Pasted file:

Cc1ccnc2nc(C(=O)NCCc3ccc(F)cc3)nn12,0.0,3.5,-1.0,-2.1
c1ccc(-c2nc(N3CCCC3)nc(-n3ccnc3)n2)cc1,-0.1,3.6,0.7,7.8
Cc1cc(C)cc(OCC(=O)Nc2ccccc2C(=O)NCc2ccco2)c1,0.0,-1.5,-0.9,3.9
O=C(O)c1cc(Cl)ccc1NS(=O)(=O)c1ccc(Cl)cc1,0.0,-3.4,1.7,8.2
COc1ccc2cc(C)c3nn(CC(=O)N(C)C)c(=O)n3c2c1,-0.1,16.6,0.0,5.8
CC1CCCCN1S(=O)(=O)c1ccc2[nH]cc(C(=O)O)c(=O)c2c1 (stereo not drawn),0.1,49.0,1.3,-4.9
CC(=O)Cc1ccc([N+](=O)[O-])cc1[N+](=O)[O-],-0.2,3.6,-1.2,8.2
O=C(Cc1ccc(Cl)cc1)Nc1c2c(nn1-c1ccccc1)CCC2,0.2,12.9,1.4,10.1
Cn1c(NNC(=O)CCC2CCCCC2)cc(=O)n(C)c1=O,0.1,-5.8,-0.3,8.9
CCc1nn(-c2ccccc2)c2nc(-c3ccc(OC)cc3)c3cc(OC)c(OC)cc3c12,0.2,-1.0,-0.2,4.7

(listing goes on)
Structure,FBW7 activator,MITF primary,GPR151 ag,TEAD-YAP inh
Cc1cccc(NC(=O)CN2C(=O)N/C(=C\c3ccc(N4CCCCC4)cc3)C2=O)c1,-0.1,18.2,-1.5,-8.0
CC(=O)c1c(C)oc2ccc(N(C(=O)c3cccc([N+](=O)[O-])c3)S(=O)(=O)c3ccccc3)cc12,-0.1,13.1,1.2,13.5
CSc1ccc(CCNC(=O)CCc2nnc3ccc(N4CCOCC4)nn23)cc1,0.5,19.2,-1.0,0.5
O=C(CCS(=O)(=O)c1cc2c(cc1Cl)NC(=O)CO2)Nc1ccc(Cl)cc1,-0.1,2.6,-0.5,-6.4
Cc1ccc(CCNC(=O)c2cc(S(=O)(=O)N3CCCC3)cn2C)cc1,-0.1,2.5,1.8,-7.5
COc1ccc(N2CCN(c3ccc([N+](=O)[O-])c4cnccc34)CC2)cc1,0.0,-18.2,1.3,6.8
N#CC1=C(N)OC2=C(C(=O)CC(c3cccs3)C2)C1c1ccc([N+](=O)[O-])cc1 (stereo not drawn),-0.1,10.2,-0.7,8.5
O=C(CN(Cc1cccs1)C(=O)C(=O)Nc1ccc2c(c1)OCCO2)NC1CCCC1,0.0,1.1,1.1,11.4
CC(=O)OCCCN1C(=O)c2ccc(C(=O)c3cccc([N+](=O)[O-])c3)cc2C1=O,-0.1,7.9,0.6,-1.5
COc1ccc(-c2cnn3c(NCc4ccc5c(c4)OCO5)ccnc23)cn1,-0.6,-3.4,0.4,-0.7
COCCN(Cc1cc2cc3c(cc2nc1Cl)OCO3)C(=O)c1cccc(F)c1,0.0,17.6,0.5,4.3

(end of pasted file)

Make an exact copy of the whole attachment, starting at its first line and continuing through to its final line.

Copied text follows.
Cc1ccnc2nc(C(=O)NCCc3ccc(F)cc3)nn12,0.0,3.5,-1.0,-2.1
c1ccc(-c2nc(N3CCCC3)nc(-n3ccnc3)n2)cc1,-0.1,3.6,0.7,7.8
Cc1cc(C)cc(OCC(=O)Nc2ccccc2C(=O)NCc2ccco2)c1,0.0,-1.5,-0.9,3.9
O=C(O)c1cc(Cl)ccc1NS(=O)(=O)c1ccc(Cl)cc1,0.0,-3.4,1.7,8.2
COc1ccc2cc(C)c3nn(CC(=O)N(C)C)c(=O)n3c2c1,-0.1,16.6,0.0,5.8
CC1CCCCN1S(=O)(=O)c1ccc2[nH]cc(C(=O)O)c(=O)c2c1 (stereo not drawn),0.1,49.0,1.3,-4.9
CC(=O)Cc1ccc([N+](=O)[O-])cc1[N+](=O)[O-],-0.2,3.6,-1.2,8.2
O=C(Cc1ccc(Cl)cc1)Nc1c2c(nn1-c1ccccc1)CCC2,0.2,12.9,1.4,10.1
Cn1c(NNC(=O)CCC2CCCCC2)cc(=O)n(C)c1=O,0.1,-5.8,-0.3,8.9
CCc1nn(-c2ccccc2)c2nc(-c3ccc(OC)cc3)c3cc(OC)c(OC)cc3c12,0.2,-1.0,-0.2,4.7

(listing goes on)
Structure,FBW7 activator,MITF primary,GPR151 ag,TEAD-YAP inh
Cc1cccc(NC(=O)CN2C(=O)N/C(=C\c3ccc(N4CCCCC4)cc3)C2=O)c1,-0.1,18.2,-1.5,-8.0
CC(=O)c1c(C)oc2ccc(N(C(=O)c3cccc([N+](=O)[O-])c3)S(=O)(=O)c3ccccc3)cc12,-0.1,13.1,1.2,13.5
CSc1ccc(CCNC(=O)CCc2nnc3ccc(N4CCOCC4)nn23)cc1,0.5,19.2,-1.0,0.5
O=C(CCS(=O)(=O)c1cc2c(cc1Cl)NC(=O)CO2)Nc1ccc(Cl)cc1,-0.1,2.6,-0.5,-6.4
Cc1ccc(CCNC(=O)c2cc(S(=O)(=O)N3CCCC3)cn2C)cc1,-0.1,2.5,1.8,-7.5
COc1ccc(N2CCN(c3ccc([N+](=O)[O-])c4cnccc34)CC2)cc1,0.0,-18.2,1.3,6.8
N#CC1=C(N)OC2=C(C(=O)CC(c3cccs3)C2)C1c1ccc([N+](=O)[O-])cc1 (stereo not drawn),-0.1,10.2,-0.7,8.5
O=C(CN(Cc1cccs1)C(=O)C(=O)Nc1ccc2c(c1)OCCO2)NC1CCCC1,0.0,1.1,1.1,11.4
CC(=O)OCCCN1C(=O)c2ccc(C(=O)c3cccc([N+](=O)[O-])c3)cc2C1=O,-0.1,7.9,0.6,-1.5
COc1ccc(-c2cnn3c(NCc4ccc5c(c4)OCO5)ccnc23)cn1,-0.6,-3.4,0.4,-0.7
COCCN(Cc1cc2cc3c(cc2nc1Cl)OCO3)C(=O)c1cccc(F)c1,0.0,17.6,0.5,4.3